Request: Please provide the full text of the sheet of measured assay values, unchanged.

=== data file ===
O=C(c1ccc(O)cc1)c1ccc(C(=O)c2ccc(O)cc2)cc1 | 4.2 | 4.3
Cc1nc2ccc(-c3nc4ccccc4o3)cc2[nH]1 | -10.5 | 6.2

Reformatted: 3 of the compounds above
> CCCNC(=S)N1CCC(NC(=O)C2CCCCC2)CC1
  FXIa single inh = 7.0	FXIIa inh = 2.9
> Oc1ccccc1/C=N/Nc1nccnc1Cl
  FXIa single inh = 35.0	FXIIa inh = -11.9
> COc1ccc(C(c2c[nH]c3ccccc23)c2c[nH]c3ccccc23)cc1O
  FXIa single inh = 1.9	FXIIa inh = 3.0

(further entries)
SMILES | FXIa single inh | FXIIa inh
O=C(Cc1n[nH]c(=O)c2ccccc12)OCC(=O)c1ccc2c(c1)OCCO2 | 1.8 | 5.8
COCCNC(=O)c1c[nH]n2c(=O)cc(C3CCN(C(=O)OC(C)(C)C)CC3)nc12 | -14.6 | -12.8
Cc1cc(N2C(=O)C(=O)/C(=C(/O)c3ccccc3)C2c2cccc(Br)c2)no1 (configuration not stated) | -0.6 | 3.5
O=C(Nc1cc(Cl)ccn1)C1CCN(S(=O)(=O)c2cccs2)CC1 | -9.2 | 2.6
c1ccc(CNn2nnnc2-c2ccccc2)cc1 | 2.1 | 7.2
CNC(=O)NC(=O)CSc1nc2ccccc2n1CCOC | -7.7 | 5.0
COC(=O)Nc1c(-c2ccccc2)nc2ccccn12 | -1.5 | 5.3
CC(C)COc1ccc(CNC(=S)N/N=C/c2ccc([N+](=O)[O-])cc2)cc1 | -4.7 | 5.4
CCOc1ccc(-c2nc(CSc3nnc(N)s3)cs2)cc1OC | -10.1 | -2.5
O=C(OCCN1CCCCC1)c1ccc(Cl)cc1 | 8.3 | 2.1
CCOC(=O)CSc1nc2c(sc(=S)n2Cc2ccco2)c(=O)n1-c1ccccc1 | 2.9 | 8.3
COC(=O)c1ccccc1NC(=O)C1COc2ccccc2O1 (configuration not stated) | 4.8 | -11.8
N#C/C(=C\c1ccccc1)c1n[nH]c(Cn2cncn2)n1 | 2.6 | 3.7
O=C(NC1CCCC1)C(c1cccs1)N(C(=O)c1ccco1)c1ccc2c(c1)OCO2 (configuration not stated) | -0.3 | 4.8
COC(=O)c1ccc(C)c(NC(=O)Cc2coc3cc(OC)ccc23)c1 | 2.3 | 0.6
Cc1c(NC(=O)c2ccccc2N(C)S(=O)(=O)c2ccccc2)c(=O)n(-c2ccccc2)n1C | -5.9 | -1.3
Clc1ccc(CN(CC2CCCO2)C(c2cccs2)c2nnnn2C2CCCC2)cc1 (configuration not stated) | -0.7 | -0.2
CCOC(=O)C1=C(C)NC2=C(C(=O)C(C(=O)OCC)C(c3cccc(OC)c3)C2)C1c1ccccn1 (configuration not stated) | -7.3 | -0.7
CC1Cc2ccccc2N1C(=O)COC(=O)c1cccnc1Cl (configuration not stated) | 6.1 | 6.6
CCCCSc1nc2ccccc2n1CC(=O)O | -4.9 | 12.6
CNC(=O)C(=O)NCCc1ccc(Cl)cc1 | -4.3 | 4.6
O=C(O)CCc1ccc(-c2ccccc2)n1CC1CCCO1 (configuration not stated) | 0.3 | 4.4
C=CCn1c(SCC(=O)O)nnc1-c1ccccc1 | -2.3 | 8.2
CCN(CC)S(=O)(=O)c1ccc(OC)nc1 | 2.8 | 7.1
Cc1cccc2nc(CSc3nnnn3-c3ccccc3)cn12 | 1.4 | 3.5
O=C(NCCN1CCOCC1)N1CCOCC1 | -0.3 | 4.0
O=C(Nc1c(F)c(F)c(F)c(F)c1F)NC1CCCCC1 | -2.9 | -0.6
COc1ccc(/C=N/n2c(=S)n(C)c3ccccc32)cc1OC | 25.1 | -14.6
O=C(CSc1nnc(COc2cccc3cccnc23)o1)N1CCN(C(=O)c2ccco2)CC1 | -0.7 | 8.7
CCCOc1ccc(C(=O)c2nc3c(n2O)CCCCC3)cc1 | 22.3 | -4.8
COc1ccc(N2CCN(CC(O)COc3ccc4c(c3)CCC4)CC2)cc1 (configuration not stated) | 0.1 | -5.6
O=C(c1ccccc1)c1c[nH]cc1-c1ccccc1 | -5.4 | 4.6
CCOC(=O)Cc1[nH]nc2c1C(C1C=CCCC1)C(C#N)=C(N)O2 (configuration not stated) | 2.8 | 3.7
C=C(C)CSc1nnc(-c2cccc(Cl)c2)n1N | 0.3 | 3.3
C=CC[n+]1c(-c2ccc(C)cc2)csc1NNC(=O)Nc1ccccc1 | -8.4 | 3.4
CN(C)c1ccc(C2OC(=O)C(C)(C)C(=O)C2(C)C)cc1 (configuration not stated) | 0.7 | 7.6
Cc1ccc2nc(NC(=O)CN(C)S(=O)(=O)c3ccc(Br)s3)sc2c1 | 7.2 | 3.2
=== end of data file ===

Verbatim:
O=C(c1ccc(O)cc1)c1ccc(C(=O)c2ccc(O)cc2)cc1 | 4.2 | 4.3
Cc1nc2ccc(-c3nc4ccccc4o3)cc2[nH]1 | -10.5 | 6.2

Reformatted: 3 of the compounds above
> CCCNC(=S)N1CCC(NC(=O)C2CCCCC2)CC1
  FXIa single inh = 7.0	FXIIa inh = 2.9
> Oc1ccccc1/C=N/Nc1nccnc1Cl
  FXIa single inh = 35.0	FXIIa inh = -11.9
> COc1ccc(C(c2c[nH]c3ccccc23)c2c[nH]c3ccccc23)cc1O
  FXIa single inh = 1.9	FXIIa inh = 3.0

(further entries)
SMILES | FXIa single inh | FXIIa inh
O=C(Cc1n[nH]c(=O)c2ccccc12)OCC(=O)c1ccc2c(c1)OCCO2 | 1.8 | 5.8
COCCNC(=O)c1c[nH]n2c(=O)cc(C3CCN(C(=O)OC(C)(C)C)CC3)nc12 | -14.6 | -12.8
Cc1cc(N2C(=O)C(=O)/C(=C(/O)c3ccccc3)C2c2cccc(Br)c2)no1 (configuration not stated) | -0.6 | 3.5
O=C(Nc1cc(Cl)ccn1)C1CCN(S(=O)(=O)c2cccs2)CC1 | -9.2 | 2.6
c1ccc(CNn2nnnc2-c2ccccc2)cc1 | 2.1 | 7.2
CNC(=O)NC(=O)CSc1nc2ccccc2n1CCOC | -7.7 | 5.0
COC(=O)Nc1c(-c2ccccc2)nc2ccccn12 | -1.5 | 5.3
CC(C)COc1ccc(CNC(=S)N/N=C/c2ccc([N+](=O)[O-])cc2)cc1 | -4.7 | 5.4
CCOc1ccc(-c2nc(CSc3nnc(N)s3)cs2)cc1OC | -10.1 | -2.5
O=C(OCCN1CCCCC1)c1ccc(Cl)cc1 | 8.3 | 2.1
CCOC(=O)CSc1nc2c(sc(=S)n2Cc2ccco2)c(=O)n1-c1ccccc1 | 2.9 | 8.3
COC(=O)c1ccccc1NC(=O)C1COc2ccccc2O1 (configuration not stated) | 4.8 | -11.8
N#C/C(=C\c1ccccc1)c1n[nH]c(Cn2cncn2)n1 | 2.6 | 3.7
O=C(NC1CCCC1)C(c1cccs1)N(C(=O)c1ccco1)c1ccc2c(c1)OCO2 (configuration not stated) | -0.3 | 4.8
COC(=O)c1ccc(C)c(NC(=O)Cc2coc3cc(OC)ccc23)c1 | 2.3 | 0.6
Cc1c(NC(=O)c2ccccc2N(C)S(=O)(=O)c2ccccc2)c(=O)n(-c2ccccc2)n1C | -5.9 | -1.3
Clc1ccc(CN(CC2CCCO2)C(c2cccs2)c2nnnn2C2CCCC2)cc1 (configuration not stated) | -0.7 | -0.2
CCOC(=O)C1=C(C)NC2=C(C(=O)C(C(=O)OCC)C(c3cccc(OC)c3)C2)C1c1ccccn1 (configuration not stated) | -7.3 | -0.7
CC1Cc2ccccc2N1C(=O)COC(=O)c1cccnc1Cl (configuration not stated) | 6.1 | 6.6
CCCCSc1nc2ccccc2n1CC(=O)O | -4.9 | 12.6
CNC(=O)C(=O)NCCc1ccc(Cl)cc1 | -4.3 | 4.6
O=C(O)CCc1ccc(-c2ccccc2)n1CC1CCCO1 (configuration not stated) | 0.3 | 4.4
C=CCn1c(SCC(=O)O)nnc1-c1ccccc1 | -2.3 | 8.2
CCN(CC)S(=O)(=O)c1ccc(OC)nc1 | 2.8 | 7.1
Cc1cccc2nc(CSc3nnnn3-c3ccccc3)cn12 | 1.4 | 3.5
O=C(NCCN1CCOCC1)N1CCOCC1 | -0.3 | 4.0
O=C(Nc1c(F)c(F)c(F)c(F)c1F)NC1CCCCC1 | -2.9 | -0.6
COc1ccc(/C=N/n2c(=S)n(C)c3ccccc32)cc1OC | 25.1 | -14.6
O=C(CSc1nnc(COc2cccc3cccnc23)o1)N1CCN(C(=O)c2ccco2)CC1 | -0.7 | 8.7
CCCOc1ccc(C(=O)c2nc3c(n2O)CCCCC3)cc1 | 22.3 | -4.8
COc1ccc(N2CCN(CC(O)COc3ccc4c(c3)CCC4)CC2)cc1 (configuration not stated) | 0.1 | -5.6
O=C(c1ccccc1)c1c[nH]cc1-c1ccccc1 | -5.4 | 4.6
CCOC(=O)Cc1[nH]nc2c1C(C1C=CCCC1)C(C#N)=C(N)O2 (configuration not stated) | 2.8 | 3.7
C=C(C)CSc1nnc(-c2cccc(Cl)c2)n1N | 0.3 | 3.3
C=CC[n+]1c(-c2ccc(C)cc2)csc1NNC(=O)Nc1ccccc1 | -8.4 | 3.4
CN(C)c1ccc(C2OC(=O)C(C)(C)C(=O)C2(C)C)cc1 (configuration not stated) | 0.7 | 7.6
Cc1ccc2nc(NC(=O)CN(C)S(=O)(=O)c3ccc(Br)s3)sc2c1 | 7.2 | 3.2